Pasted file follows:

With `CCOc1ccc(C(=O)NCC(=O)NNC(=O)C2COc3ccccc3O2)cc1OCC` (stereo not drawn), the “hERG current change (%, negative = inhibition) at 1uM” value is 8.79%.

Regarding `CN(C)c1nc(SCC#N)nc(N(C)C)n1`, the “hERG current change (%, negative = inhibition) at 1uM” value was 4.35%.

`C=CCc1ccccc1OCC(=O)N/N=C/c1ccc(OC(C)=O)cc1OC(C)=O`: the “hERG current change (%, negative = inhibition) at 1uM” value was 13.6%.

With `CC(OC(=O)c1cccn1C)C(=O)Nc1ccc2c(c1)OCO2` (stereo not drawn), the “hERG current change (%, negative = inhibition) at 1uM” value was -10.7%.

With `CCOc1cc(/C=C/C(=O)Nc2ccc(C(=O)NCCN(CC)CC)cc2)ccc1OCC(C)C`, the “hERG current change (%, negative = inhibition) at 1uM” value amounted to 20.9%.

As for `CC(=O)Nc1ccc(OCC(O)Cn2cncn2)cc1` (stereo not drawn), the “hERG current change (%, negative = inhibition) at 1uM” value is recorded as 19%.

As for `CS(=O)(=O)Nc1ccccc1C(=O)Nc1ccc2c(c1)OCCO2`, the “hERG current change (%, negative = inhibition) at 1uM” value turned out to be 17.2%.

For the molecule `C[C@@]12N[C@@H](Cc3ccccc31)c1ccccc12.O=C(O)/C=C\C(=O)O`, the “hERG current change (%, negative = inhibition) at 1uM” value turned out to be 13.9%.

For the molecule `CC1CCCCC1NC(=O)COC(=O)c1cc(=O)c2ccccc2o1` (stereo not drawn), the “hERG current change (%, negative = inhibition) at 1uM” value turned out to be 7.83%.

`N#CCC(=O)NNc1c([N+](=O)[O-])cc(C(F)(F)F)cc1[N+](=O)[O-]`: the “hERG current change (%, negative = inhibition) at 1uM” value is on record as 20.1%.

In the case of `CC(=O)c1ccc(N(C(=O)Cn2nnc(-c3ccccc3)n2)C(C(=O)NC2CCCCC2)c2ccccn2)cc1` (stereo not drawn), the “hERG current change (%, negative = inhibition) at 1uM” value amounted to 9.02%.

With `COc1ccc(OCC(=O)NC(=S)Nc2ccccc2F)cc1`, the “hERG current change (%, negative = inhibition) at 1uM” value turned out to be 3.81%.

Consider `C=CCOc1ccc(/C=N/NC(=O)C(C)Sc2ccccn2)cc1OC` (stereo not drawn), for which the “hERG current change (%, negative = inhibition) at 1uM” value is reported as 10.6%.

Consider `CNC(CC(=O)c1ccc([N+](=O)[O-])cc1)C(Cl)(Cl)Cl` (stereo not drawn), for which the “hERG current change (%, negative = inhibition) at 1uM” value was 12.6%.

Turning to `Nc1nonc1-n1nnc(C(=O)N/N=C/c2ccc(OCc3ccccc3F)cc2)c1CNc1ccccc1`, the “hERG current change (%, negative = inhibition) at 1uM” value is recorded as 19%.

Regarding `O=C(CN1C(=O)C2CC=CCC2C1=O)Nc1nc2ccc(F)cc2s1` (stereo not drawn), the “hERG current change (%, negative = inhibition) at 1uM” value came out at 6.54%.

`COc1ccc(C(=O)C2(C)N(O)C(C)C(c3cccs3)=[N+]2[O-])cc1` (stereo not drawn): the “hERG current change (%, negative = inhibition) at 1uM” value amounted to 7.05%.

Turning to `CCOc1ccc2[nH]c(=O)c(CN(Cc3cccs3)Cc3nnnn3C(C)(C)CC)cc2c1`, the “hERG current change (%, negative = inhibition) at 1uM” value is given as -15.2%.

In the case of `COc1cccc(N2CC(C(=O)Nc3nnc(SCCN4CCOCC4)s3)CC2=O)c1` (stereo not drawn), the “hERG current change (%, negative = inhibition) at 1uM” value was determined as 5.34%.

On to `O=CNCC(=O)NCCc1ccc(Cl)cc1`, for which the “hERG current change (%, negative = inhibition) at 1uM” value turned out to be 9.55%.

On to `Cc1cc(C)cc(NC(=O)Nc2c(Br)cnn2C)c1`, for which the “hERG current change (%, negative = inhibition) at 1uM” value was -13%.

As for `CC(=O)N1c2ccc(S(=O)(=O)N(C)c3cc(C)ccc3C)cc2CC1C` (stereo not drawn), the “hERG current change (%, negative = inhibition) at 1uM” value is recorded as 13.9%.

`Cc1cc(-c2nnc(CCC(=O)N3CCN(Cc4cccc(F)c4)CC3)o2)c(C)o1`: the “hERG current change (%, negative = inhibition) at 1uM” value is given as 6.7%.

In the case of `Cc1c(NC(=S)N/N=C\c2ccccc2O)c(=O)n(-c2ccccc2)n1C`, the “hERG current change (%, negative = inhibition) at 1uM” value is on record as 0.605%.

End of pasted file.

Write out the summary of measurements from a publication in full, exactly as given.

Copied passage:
With `CCOc1ccc(C(=O)NCC(=O)NNC(=O)C2COc3ccccc3O2)cc1OCC` (stereo not drawn), the “hERG current change (%, negative = inhibition) at 1uM” value is 8.79%.

Regarding `CN(C)c1nc(SCC#N)nc(N(C)C)n1`, the “hERG current change (%, negative = inhibition) at 1uM” value was 4.35%.

`C=CCc1ccccc1OCC(=O)N/N=C/c1ccc(OC(C)=O)cc1OC(C)=O`: the “hERG current change (%, negative = inhibition) at 1uM” value was 13.6%.

With `CC(OC(=O)c1cccn1C)C(=O)Nc1ccc2c(c1)OCO2` (stereo not drawn), the “hERG current change (%, negative = inhibition) at 1uM” value was -10.7%.

With `CCOc1cc(/C=C/C(=O)Nc2ccc(C(=O)NCCN(CC)CC)cc2)ccc1OCC(C)C`, the “hERG current change (%, negative = inhibition) at 1uM” value amounted to 20.9%.

As for `CC(=O)Nc1ccc(OCC(O)Cn2cncn2)cc1` (stereo not drawn), the “hERG current change (%, negative = inhibition) at 1uM” value is recorded as 19%.

As for `CS(=O)(=O)Nc1ccccc1C(=O)Nc1ccc2c(c1)OCCO2`, the “hERG current change (%, negative = inhibition) at 1uM” value turned out to be 17.2%.

For the molecule `C[C@@]12N[C@@H](Cc3ccccc31)c1ccccc12.O=C(O)/C=C\C(=O)O`, the “hERG current change (%, negative = inhibition) at 1uM” value turned out to be 13.9%.

For the molecule `CC1CCCCC1NC(=O)COC(=O)c1cc(=O)c2ccccc2o1` (stereo not drawn), the “hERG current change (%, negative = inhibition) at 1uM” value turned out to be 7.83%.

`N#CCC(=O)NNc1c([N+](=O)[O-])cc(C(F)(F)F)cc1[N+](=O)[O-]`: the “hERG current change (%, negative = inhibition) at 1uM” value is on record as 20.1%.

In the case of `CC(=O)c1ccc(N(C(=O)Cn2nnc(-c3ccccc3)n2)C(C(=O)NC2CCCCC2)c2ccccn2)cc1` (stereo not drawn), the “hERG current change (%, negative = inhibition) at 1uM” value amounted to 9.02%.

With `COc1ccc(OCC(=O)NC(=S)Nc2ccccc2F)cc1`, the “hERG current change (%, negative = inhibition) at 1uM” value turned out to be 3.81%.

Consider `C=CCOc1ccc(/C=N/NC(=O)C(C)Sc2ccccn2)cc1OC` (stereo not drawn), for which the “hERG current change (%, negative = inhibition) at 1uM” value is reported as 10.6%.

Consider `CNC(CC(=O)c1ccc([N+](=O)[O-])cc1)C(Cl)(Cl)Cl` (stereo not drawn), for which the “hERG current change (%, negative = inhibition) at 1uM” value was 12.6%.

Turning to `Nc1nonc1-n1nnc(C(=O)N/N=C/c2ccc(OCc3ccccc3F)cc2)c1CNc1ccccc1`, the “hERG current change (%, negative = inhibition) at 1uM” value is recorded as 19%.

Regarding `O=C(CN1C(=O)C2CC=CCC2C1=O)Nc1nc2ccc(F)cc2s1` (stereo not drawn), the “hERG current change (%, negative = inhibition) at 1uM” value came out at 6.54%.

`COc1ccc(C(=O)C2(C)N(O)C(C)C(c3cccs3)=[N+]2[O-])cc1` (stereo not drawn): the “hERG current change (%, negative = inhibition) at 1uM” value amounted to 7.05%.

Turning to `CCOc1ccc2[nH]c(=O)c(CN(Cc3cccs3)Cc3nnnn3C(C)(C)CC)cc2c1`, the “hERG current change (%, negative = inhibition) at 1uM” value is given as -15.2%.

In the case of `COc1cccc(N2CC(C(=O)Nc3nnc(SCCN4CCOCC4)s3)CC2=O)c1` (stereo not drawn), the “hERG current change (%, negative = inhibition) at 1uM” value was determined as 5.34%.

On to `O=CNCC(=O)NCCc1ccc(Cl)cc1`, for which the “hERG current change (%, negative = inhibition) at 1uM” value turned out to be 9.55%.

On to `Cc1cc(C)cc(NC(=O)Nc2c(Br)cnn2C)c1`, for which the “hERG current change (%, negative = inhibition) at 1uM” value was -13%.

As for `CC(=O)N1c2ccc(S(=O)(=O)N(C)c3cc(C)ccc3C)cc2CC1C` (stereo not drawn), the “hERG current change (%, negative = inhibition) at 1uM” value is recorded as 13.9%.

`Cc1cc(-c2nnc(CCC(=O)N3CCN(Cc4cccc(F)c4)CC3)o2)c(C)o1`: the “hERG current change (%, negative = inhibition) at 1uM” value is given as 6.7%.

In the case of `Cc1c(NC(=S)N/N=C\c2ccccc2O)c(=O)n(-c2ccccc2)n1C`, the “hERG current change (%, negative = inhibition) at 1uM” value is on record as 0.605%.